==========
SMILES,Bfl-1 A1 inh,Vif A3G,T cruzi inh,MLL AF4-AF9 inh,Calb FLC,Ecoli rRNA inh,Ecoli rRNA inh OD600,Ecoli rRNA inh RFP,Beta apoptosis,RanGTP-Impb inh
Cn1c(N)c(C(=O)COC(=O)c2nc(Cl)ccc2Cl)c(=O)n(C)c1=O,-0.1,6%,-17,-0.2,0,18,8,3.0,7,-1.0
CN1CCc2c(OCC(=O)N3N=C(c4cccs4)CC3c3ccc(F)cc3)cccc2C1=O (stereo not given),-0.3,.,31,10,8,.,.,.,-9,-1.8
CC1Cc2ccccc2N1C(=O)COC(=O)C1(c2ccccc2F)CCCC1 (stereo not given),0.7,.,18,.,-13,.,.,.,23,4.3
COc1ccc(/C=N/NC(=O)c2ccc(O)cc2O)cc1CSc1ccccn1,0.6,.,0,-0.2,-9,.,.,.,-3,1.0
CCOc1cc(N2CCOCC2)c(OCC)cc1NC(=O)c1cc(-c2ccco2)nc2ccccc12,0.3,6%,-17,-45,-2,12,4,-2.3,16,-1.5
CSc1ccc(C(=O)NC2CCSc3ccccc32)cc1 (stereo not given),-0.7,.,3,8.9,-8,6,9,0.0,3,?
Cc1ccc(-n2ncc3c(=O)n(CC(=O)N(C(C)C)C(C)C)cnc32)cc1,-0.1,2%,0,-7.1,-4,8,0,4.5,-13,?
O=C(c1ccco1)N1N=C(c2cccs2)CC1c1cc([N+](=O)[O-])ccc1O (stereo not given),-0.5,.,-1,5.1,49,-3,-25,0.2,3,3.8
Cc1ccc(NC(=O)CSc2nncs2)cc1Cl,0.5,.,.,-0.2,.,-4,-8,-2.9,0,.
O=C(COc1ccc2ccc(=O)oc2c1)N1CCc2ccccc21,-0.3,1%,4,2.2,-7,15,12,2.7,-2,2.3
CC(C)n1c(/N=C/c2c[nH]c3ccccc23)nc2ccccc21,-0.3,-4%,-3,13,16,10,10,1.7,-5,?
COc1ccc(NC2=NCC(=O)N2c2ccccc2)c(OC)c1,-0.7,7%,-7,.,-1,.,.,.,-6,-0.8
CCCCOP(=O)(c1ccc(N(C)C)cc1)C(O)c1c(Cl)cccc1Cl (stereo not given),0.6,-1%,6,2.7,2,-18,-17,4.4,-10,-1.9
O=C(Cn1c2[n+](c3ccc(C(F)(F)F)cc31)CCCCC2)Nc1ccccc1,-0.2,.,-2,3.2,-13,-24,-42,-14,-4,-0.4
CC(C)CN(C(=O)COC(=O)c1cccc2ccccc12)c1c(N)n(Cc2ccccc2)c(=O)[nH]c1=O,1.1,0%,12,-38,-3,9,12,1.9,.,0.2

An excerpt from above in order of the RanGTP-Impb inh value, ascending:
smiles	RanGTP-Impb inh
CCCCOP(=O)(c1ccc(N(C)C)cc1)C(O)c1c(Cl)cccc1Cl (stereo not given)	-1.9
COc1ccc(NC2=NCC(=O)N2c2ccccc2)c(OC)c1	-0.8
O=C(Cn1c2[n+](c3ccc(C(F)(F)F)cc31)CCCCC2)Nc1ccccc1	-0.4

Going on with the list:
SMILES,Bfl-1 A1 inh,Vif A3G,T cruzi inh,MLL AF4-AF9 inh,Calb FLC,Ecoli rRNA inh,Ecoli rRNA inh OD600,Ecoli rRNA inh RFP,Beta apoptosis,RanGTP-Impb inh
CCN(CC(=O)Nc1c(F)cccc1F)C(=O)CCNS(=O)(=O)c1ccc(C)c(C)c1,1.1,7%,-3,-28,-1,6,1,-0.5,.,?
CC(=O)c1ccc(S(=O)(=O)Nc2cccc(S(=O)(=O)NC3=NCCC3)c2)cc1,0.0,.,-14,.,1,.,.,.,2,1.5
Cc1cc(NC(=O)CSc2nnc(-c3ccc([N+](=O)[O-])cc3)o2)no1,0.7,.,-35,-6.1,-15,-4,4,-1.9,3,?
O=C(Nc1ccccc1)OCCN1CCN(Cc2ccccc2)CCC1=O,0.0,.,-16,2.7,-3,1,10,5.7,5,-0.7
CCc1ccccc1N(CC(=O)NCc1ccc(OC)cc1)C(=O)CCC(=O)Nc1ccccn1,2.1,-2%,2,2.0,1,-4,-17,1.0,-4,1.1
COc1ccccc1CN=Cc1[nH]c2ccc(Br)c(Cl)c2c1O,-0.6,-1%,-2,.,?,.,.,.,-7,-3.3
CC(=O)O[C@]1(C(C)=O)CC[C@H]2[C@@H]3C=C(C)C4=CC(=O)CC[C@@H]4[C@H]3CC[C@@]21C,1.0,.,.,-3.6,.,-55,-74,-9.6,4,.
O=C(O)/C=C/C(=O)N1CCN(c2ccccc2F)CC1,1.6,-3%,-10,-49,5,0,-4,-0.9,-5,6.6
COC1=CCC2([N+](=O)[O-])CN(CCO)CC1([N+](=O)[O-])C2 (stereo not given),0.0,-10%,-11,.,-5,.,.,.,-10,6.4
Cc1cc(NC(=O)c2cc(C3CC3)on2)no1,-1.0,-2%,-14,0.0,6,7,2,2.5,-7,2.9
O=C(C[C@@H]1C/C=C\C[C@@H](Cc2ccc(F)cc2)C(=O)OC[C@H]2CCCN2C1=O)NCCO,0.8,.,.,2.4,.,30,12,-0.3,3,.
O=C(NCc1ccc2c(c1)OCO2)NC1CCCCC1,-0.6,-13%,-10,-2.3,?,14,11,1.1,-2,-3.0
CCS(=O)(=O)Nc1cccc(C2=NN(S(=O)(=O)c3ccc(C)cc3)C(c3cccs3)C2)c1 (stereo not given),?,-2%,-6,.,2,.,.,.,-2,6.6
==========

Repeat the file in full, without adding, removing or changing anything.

SMILES,Bfl-1 A1 inh,Vif A3G,T cruzi inh,MLL AF4-AF9 inh,Calb FLC,Ecoli rRNA inh,Ecoli rRNA inh OD600,Ecoli rRNA inh RFP,Beta apoptosis,RanGTP-Impb inh
Cn1c(N)c(C(=O)COC(=O)c2nc(Cl)ccc2Cl)c(=O)n(C)c1=O,-0.1,6%,-17,-0.2,0,18,8,3.0,7,-1.0
CN1CCc2c(OCC(=O)N3N=C(c4cccs4)CC3c3ccc(F)cc3)cccc2C1=O (stereo not given),-0.3,.,31,10,8,.,.,.,-9,-1.8
CC1Cc2ccccc2N1C(=O)COC(=O)C1(c2ccccc2F)CCCC1 (stereo not given),0.7,.,18,.,-13,.,.,.,23,4.3
COc1ccc(/C=N/NC(=O)c2ccc(O)cc2O)cc1CSc1ccccn1,0.6,.,0,-0.2,-9,.,.,.,-3,1.0
CCOc1cc(N2CCOCC2)c(OCC)cc1NC(=O)c1cc(-c2ccco2)nc2ccccc12,0.3,6%,-17,-45,-2,12,4,-2.3,16,-1.5
CSc1ccc(C(=O)NC2CCSc3ccccc32)cc1 (stereo not given),-0.7,.,3,8.9,-8,6,9,0.0,3,?
Cc1ccc(-n2ncc3c(=O)n(CC(=O)N(C(C)C)C(C)C)cnc32)cc1,-0.1,2%,0,-7.1,-4,8,0,4.5,-13,?
O=C(c1ccco1)N1N=C(c2cccs2)CC1c1cc([N+](=O)[O-])ccc1O (stereo not given),-0.5,.,-1,5.1,49,-3,-25,0.2,3,3.8
Cc1ccc(NC(=O)CSc2nncs2)cc1Cl,0.5,.,.,-0.2,.,-4,-8,-2.9,0,.
O=C(COc1ccc2ccc(=O)oc2c1)N1CCc2ccccc21,-0.3,1%,4,2.2,-7,15,12,2.7,-2,2.3
CC(C)n1c(/N=C/c2c[nH]c3ccccc23)nc2ccccc21,-0.3,-4%,-3,13,16,10,10,1.7,-5,?
COc1ccc(NC2=NCC(=O)N2c2ccccc2)c(OC)c1,-0.7,7%,-7,.,-1,.,.,.,-6,-0.8
CCCCOP(=O)(c1ccc(N(C)C)cc1)C(O)c1c(Cl)cccc1Cl (stereo not given),0.6,-1%,6,2.7,2,-18,-17,4.4,-10,-1.9
O=C(Cn1c2[n+](c3ccc(C(F)(F)F)cc31)CCCCC2)Nc1ccccc1,-0.2,.,-2,3.2,-13,-24,-42,-14,-4,-0.4
CC(C)CN(C(=O)COC(=O)c1cccc2ccccc12)c1c(N)n(Cc2ccccc2)c(=O)[nH]c1=O,1.1,0%,12,-38,-3,9,12,1.9,.,0.2

An excerpt from above in order of the RanGTP-Impb inh value, ascending:
smiles	RanGTP-Impb inh
CCCCOP(=O)(c1ccc(N(C)C)cc1)C(O)c1c(Cl)cccc1Cl (stereo not given)	-1.9
COc1ccc(NC2=NCC(=O)N2c2ccccc2)c(OC)c1	-0.8
O=C(Cn1c2[n+](c3ccc(C(F)(F)F)cc31)CCCCC2)Nc1ccccc1	-0.4

Going on with the list:
SMILES,Bfl-1 A1 inh,Vif A3G,T cruzi inh,MLL AF4-AF9 inh,Calb FLC,Ecoli rRNA inh,Ecoli rRNA inh OD600,Ecoli rRNA inh RFP,Beta apoptosis,RanGTP-Impb inh
CCN(CC(=O)Nc1c(F)cccc1F)C(=O)CCNS(=O)(=O)c1ccc(C)c(C)c1,1.1,7%,-3,-28,-1,6,1,-0.5,.,?
CC(=O)c1ccc(S(=O)(=O)Nc2cccc(S(=O)(=O)NC3=NCCC3)c2)cc1,0.0,.,-14,.,1,.,.,.,2,1.5
Cc1cc(NC(=O)CSc2nnc(-c3ccc([N+](=O)[O-])cc3)o2)no1,0.7,.,-35,-6.1,-15,-4,4,-1.9,3,?
O=C(Nc1ccccc1)OCCN1CCN(Cc2ccccc2)CCC1=O,0.0,.,-16,2.7,-3,1,10,5.7,5,-0.7
CCc1ccccc1N(CC(=O)NCc1ccc(OC)cc1)C(=O)CCC(=O)Nc1ccccn1,2.1,-2%,2,2.0,1,-4,-17,1.0,-4,1.1
COc1ccccc1CN=Cc1[nH]c2ccc(Br)c(Cl)c2c1O,-0.6,-1%,-2,.,?,.,.,.,-7,-3.3
CC(=O)O[C@]1(C(C)=O)CC[C@H]2[C@@H]3C=C(C)C4=CC(=O)CC[C@@H]4[C@H]3CC[C@@]21C,1.0,.,.,-3.6,.,-55,-74,-9.6,4,.
O=C(O)/C=C/C(=O)N1CCN(c2ccccc2F)CC1,1.6,-3%,-10,-49,5,0,-4,-0.9,-5,6.6
COC1=CCC2([N+](=O)[O-])CN(CCO)CC1([N+](=O)[O-])C2 (stereo not given),0.0,-10%,-11,.,-5,.,.,.,-10,6.4
Cc1cc(NC(=O)c2cc(C3CC3)on2)no1,-1.0,-2%,-14,0.0,6,7,2,2.5,-7,2.9
O=C(C[C@@H]1C/C=C\C[C@@H](Cc2ccc(F)cc2)C(=O)OC[C@H]2CCCN2C1=O)NCCO,0.8,.,.,2.4,.,30,12,-0.3,3,.
O=C(NCc1ccc2c(c1)OCO2)NC1CCCCC1,-0.6,-13%,-10,-2.3,?,14,11,1.1,-2,-3.0
CCS(=O)(=O)Nc1cccc(C2=NN(S(=O)(=O)c3ccc(C)cc3)C(c3cccs3)C2)c1 (stereo not given),?,-2%,-6,.,2,.,.,.,-2,6.6